The 2015 law establishing the details of the Low or No Emission program leaves room for discretion when the transportation secretary is selecting which projects to fund. It defines a “low or no emission vehicle” as either a zero-emission vehicle or one the secretary determines “sufficiently reduces energy consumption or harmful emissions, including direct carbon emissions, when compared to a comparable standard vehicle.”

There are challenges to replacing older, dirtier buses with those that don’t have emissions, including the higher cost of electric buses, their limited range, the infrastructure and logistics needed for charging, and the ways operators drive.

But transportation officials say those problems demonstrate the types of challenges the Low or No Emissions program was intended to help communities work through. There were about 1,000 electric buses in use nationwide by the end of last year, with another 1,700 zero-emission buses on order, according to an inventory by transportation group Calstart. There are more than 13,000 natural gas buses on U.S. roads, according to a Natural Gas Vehicles for America analysis of federal data that includes smaller buses.

Toomey has argued that consumers and manufacturers are benefiting from an “energy renaissance” in Pennsylvania, which he said produces roughly 20 percent of the nation’s natural gas and has seen sharp drops in residential and wholesale energy prices. He said the state has also seen falling carbon dioxide emissions, as power plants are fed by fracking, the practice of injecting water, sand and chemicals into bedrock to collect gas.

The shift from coal to natural gas reduced U.S. emissions, and the natural gas industry has tried to convince Congress the same would be true for the transportation sector. One industry group told congressional leaders that half of all cars, buses and heavy trucks could be running on natural gas by 2050 — a notion rejected by many transportation and emissions experts.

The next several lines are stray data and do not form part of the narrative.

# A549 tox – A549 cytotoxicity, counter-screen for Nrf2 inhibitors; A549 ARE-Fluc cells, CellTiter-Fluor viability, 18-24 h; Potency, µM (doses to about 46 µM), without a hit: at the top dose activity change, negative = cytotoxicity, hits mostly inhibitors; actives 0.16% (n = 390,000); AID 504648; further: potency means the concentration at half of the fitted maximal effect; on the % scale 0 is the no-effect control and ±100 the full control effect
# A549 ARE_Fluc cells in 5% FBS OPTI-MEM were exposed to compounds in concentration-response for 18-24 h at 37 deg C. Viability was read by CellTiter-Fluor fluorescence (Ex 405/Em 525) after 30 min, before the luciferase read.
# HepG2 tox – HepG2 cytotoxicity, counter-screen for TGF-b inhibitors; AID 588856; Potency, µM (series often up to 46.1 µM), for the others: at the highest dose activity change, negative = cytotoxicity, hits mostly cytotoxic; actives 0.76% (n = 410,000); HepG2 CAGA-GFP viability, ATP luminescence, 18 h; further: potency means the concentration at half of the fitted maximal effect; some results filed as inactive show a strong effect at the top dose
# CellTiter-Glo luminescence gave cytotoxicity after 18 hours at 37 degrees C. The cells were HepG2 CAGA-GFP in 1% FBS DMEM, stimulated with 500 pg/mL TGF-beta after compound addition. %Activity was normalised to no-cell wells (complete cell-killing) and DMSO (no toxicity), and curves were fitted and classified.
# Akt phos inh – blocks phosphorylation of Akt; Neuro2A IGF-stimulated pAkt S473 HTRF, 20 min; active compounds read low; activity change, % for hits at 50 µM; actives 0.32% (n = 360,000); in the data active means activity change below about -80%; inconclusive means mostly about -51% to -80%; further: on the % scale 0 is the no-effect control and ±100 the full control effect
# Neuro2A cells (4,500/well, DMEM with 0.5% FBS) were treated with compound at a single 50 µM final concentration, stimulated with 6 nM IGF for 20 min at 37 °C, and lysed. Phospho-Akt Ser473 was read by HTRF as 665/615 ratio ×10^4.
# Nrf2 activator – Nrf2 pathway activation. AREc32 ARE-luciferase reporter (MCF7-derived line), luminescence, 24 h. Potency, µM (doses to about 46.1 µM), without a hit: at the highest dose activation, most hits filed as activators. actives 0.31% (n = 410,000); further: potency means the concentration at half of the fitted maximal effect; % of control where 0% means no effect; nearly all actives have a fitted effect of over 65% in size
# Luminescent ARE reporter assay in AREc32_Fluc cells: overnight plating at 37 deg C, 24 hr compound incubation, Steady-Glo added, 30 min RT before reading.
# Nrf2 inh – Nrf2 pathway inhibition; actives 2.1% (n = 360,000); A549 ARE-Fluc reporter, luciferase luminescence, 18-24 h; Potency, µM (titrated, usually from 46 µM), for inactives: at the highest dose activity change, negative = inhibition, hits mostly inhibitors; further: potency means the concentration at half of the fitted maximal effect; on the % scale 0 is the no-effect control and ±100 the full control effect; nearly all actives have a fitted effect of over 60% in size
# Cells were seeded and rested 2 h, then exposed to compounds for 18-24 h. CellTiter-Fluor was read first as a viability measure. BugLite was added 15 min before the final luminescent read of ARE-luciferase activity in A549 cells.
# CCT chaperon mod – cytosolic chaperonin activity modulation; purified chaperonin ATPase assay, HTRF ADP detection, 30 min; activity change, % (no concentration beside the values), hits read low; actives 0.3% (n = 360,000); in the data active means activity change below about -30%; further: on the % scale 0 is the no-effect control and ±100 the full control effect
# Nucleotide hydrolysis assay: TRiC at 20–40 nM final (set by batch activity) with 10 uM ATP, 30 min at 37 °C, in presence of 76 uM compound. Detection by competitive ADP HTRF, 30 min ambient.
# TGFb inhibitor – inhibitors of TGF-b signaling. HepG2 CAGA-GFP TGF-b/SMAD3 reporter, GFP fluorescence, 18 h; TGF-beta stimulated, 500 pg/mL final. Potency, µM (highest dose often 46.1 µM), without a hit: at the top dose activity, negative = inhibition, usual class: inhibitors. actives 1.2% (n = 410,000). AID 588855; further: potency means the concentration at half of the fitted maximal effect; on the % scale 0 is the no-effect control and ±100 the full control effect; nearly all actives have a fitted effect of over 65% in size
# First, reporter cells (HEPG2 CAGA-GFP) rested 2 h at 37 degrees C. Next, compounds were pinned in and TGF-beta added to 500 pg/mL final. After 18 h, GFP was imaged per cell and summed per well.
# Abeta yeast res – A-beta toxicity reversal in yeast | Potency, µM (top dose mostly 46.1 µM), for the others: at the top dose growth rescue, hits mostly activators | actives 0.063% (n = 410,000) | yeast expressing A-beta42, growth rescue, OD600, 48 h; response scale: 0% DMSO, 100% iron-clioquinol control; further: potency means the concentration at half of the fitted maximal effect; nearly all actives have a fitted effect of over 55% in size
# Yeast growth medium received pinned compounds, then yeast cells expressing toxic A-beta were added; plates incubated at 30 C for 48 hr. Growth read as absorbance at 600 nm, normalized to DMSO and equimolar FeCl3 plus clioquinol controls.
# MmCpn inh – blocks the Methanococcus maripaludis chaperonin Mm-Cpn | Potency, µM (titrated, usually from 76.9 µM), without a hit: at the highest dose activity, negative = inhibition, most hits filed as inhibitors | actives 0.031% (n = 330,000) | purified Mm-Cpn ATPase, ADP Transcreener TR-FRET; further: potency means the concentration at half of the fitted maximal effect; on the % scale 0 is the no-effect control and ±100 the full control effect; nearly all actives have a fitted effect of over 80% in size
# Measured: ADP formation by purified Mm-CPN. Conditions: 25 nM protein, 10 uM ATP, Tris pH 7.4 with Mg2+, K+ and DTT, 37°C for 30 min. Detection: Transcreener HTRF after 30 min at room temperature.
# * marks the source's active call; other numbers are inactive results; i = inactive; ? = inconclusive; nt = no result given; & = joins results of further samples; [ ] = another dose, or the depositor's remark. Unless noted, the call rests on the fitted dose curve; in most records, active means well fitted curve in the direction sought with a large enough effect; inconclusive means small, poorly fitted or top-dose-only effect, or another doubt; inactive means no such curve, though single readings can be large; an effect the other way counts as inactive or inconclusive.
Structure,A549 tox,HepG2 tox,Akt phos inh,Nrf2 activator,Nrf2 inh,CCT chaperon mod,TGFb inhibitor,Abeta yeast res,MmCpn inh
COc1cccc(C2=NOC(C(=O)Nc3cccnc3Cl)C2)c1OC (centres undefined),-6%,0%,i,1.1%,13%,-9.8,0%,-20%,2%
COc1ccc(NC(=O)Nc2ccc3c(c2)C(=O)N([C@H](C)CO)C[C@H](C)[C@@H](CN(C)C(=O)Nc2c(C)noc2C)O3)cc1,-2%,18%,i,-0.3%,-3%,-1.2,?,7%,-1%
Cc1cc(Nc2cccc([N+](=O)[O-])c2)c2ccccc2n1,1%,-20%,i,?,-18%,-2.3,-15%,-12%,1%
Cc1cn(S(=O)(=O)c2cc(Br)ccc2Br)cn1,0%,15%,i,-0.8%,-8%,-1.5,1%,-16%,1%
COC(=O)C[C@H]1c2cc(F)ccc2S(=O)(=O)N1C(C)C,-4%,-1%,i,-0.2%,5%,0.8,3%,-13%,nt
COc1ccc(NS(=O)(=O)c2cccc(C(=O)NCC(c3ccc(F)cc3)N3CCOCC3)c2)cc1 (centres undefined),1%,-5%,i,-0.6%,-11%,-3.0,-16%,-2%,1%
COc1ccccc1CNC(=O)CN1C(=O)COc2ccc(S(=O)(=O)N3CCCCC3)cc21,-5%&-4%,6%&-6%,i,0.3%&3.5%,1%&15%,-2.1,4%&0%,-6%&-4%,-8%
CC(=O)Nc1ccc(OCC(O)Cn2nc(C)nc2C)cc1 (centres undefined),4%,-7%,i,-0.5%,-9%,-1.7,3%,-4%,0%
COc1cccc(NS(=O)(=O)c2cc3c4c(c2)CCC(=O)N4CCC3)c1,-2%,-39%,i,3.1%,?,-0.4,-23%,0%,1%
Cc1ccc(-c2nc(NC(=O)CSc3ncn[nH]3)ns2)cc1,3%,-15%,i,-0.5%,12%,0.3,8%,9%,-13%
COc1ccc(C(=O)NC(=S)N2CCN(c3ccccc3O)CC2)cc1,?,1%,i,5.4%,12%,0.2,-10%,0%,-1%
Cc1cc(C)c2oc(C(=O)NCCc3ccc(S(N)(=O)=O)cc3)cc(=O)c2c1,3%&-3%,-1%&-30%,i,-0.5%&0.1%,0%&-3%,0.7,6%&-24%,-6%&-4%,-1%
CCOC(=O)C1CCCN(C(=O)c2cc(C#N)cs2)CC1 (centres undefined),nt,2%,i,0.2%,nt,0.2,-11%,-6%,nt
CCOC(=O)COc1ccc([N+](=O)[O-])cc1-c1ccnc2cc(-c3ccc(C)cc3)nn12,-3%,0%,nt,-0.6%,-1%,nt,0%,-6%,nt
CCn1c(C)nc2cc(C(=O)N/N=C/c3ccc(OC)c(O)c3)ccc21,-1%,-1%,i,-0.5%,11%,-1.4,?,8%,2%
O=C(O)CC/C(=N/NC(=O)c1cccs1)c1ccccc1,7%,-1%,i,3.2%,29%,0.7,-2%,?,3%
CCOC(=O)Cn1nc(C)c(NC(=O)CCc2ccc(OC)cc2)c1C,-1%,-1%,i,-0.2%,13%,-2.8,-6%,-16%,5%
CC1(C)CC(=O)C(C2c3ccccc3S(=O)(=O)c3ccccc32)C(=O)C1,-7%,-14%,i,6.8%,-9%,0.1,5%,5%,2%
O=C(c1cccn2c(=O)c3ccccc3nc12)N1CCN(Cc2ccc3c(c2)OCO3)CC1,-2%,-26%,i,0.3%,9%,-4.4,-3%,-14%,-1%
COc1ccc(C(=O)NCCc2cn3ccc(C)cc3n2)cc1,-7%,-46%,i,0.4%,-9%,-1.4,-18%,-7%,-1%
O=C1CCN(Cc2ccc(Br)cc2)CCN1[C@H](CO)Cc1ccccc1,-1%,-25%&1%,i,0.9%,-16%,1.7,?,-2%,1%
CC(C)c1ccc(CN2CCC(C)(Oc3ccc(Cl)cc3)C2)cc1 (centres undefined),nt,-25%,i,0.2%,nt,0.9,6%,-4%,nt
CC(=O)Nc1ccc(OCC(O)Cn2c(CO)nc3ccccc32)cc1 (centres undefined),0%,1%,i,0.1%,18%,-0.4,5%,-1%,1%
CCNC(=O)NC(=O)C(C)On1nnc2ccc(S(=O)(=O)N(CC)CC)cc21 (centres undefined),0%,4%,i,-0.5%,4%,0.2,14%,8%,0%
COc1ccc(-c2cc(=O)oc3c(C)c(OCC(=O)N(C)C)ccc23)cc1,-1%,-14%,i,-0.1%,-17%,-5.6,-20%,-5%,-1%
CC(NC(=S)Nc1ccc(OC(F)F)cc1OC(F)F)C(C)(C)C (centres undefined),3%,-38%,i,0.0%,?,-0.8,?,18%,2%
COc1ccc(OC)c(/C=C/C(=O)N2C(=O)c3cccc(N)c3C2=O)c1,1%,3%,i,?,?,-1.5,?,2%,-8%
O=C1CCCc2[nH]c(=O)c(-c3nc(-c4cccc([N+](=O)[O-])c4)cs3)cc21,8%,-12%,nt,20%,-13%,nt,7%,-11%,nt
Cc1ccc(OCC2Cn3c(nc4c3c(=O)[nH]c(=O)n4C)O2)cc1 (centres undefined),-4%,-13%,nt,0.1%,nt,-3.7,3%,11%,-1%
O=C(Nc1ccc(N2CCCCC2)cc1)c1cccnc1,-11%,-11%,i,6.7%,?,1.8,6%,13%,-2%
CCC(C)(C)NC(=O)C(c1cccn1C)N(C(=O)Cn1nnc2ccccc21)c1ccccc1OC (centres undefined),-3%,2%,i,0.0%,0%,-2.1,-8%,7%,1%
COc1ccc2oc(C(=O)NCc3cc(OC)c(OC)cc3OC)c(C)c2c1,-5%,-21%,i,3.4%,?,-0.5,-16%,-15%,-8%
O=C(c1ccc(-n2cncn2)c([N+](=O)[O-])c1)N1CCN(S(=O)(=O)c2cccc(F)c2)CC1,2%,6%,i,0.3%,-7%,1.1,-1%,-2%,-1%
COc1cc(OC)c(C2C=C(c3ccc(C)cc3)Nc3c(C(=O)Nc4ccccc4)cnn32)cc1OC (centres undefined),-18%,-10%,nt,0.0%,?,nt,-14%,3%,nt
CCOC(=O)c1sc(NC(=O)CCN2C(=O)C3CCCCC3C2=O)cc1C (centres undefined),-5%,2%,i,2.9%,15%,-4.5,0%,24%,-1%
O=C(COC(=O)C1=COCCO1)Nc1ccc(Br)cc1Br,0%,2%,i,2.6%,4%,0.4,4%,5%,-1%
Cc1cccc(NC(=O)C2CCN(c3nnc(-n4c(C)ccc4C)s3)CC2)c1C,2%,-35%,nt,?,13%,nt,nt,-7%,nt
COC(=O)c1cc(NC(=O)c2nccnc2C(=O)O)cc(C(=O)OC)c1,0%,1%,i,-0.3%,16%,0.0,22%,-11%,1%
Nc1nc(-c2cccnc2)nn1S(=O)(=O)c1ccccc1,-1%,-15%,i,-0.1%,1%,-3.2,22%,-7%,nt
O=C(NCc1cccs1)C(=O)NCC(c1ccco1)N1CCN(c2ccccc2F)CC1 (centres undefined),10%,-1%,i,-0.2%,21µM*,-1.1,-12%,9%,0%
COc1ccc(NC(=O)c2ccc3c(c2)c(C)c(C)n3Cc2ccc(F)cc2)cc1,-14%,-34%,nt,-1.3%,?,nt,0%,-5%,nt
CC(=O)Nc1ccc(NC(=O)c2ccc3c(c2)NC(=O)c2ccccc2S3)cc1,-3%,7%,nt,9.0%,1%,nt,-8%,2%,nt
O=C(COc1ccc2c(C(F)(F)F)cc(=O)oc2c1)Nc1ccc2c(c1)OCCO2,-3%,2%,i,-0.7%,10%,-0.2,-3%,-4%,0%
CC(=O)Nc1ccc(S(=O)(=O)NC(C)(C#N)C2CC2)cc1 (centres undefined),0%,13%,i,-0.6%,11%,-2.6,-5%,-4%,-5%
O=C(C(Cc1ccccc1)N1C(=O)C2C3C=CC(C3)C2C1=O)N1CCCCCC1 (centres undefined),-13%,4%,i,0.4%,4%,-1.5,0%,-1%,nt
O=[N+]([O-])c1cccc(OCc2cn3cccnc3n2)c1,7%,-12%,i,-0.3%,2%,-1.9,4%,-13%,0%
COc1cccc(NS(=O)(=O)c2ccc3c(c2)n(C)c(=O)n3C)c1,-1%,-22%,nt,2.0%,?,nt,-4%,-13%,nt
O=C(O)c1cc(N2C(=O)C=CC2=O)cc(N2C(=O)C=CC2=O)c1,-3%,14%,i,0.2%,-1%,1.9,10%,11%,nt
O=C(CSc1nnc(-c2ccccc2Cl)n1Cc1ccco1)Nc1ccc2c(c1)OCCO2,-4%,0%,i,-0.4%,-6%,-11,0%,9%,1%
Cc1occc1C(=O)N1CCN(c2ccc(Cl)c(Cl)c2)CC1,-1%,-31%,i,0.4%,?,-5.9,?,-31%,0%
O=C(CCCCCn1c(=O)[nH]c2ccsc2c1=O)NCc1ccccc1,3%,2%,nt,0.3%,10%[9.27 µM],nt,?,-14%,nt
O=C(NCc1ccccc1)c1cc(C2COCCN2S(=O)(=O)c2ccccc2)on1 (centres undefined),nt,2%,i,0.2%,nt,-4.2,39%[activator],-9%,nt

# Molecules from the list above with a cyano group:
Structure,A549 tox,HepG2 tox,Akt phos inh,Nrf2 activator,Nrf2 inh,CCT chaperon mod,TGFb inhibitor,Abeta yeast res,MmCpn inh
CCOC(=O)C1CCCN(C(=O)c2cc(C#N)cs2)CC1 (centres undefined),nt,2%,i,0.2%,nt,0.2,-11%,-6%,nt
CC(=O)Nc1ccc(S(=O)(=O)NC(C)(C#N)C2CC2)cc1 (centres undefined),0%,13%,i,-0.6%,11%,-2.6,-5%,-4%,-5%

The move in the Senate to mandate spending on emitting buses comes as California, which has become a major natural gas bus market, is trying to move away from such vehicles. The state’s powerful California Air Resources Board in December 2018 mandated that transit systems stop using natural gas and other buses with tailpipe emissions by 2040, a decade after a ban on purchasing them takes effect.

As part of its rollout plan, the Los Angeles County Metropolitan Transportation Authority says it will purchase battery-electric buses and convert about 757 natural gas buses to battery-electric, with a goal of an all-electric fleet by 2030, although it says questions about funding remain unanswered.

Proterra, a California-based electric bus manufacturer, said its buses are used by 130 transit agencies, from Juneau, Alaska, to Austin, and have a low cost of ownership. With no tailpipe emissions, one bus saves 229,000 pounds of greenhouse gases each year compared with a diesel bus, 219,000 pounds compared with a compressed natural gas bus and 163,000 pounds compared with a hybrid bus, the company said.

Grantz said debate over the 25 percent set aside for low-emission buses was not particularly contentious.

“This was not one of those intense, vitriolic points of the negotiation,” Grantz said. He said multiple senators, Republicans and Democrats, shared Toomey’s view “that EV buses are not a great fit” for transit agencies in extreme climates, pointing to “one Democrat from Vegas on the Banking Committee.”

A spokeswoman for Sen. Catherine Cortez Masto (D-Nev.) said the senator “was not involved in any talks about this provision and did not support the 25% carve-out in any negotiations.”

After securing the $1.4 billion mandate for buses with emissions, Toomey voted no on the infrastructure bill. He said spending $107 billion on transit was excessive, and called the bill “too expensive, too expansive, too unpaid for.”